Whoosh! The good stuff

By Oliver Robertson

This talk boils down to three basic questions: Which parts of our life bring us closer to God? Which parts are spiritually deadening? And how can we change the second type into the first?

For me, one of the crowning geniuses of the early Quakers was the Meeting for Worship for Business, because it brought God into administration. It turned something that is normally dull, a chore, into a spiritual activity. It turned it into worship. We shouldn’t underestimate the magnitude of that achievement, but nor should we underestimate its simplicity, because at its core it just needs us to look differently at the issue and think not “we have this business that we must do” but “how can we make this welcoming enough for God?” If we approach things differently, it can completely transform our understanding of the situation.

But, of course, Business Meeting as spiritual activity doesn’t always happen in practice. One of the reasons I go to ‘normal’ Meeting regularly is because I very rarely come out feeling worse than I went in. I don’t always come out better or more grounded or connected, but almost without exception it is not a negative experience. But when I think about Meeting for Worship for Business, Meeting for Worship for Business, it is very different. I can get bored, frustrated, irritated with the indiscipline of the other members of the Meeting and angry that it’s not working properly at least as often as I find it good.

I do think that at base, if a part of our Quaker activity is not a spiritually uplifting experience, we’re not doing it right. And with this, like with anything else, we get better with practice. My best experience of Quaker Business Method is with Young Friends General Meeting (YFGM), the national gathering of 18-30ish Quakers. There, they don’t just do business, they also teach us how to do business every time we meet. They really practise it. These regular introductions to Quaker Business Method are helpful both for newcomers unfamiliar with the process and for old-timers who are too familiar with it and can get sloppy. To help keep it fresh, they deliver it in different ways – though straight talking, through song, through pictures or through role-playing a really really bad Business Meeting – but the most important bit, the core, which in this case is the information – that stays the same.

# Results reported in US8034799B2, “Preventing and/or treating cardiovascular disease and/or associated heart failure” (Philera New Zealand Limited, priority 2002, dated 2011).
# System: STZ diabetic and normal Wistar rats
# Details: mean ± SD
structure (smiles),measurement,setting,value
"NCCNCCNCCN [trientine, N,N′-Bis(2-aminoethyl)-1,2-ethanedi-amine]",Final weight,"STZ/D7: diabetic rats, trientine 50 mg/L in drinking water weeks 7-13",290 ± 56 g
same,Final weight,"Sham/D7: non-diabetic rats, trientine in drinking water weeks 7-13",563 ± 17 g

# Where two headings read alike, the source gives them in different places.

I think we should always be asking ourselves: what is at the core of whatever we’re doing? Which parts of it are necessary? What is needed? For me, the core of Quakers is very simple. It’s about people worshipping their God, and then following whatever promptings emerge from that. I think that Quakers is a basically apocalypse-proof religion, because for it to work you need a) some people [in the same place]. That’s it – that’s all! And if that’s all we need at heart, we should ask ourselves why have we got everything else? How do our committees, our Quaker libraries, our post-worship tea and coffee, our recording clerk help us to lead lives that are close to God? Some or all of these do work for some or all of us, at least now, but we could be much more rigorous in testing and re-testing this, and then jettisoning the things that are pulling us down so that we can rise up and go Whoosh!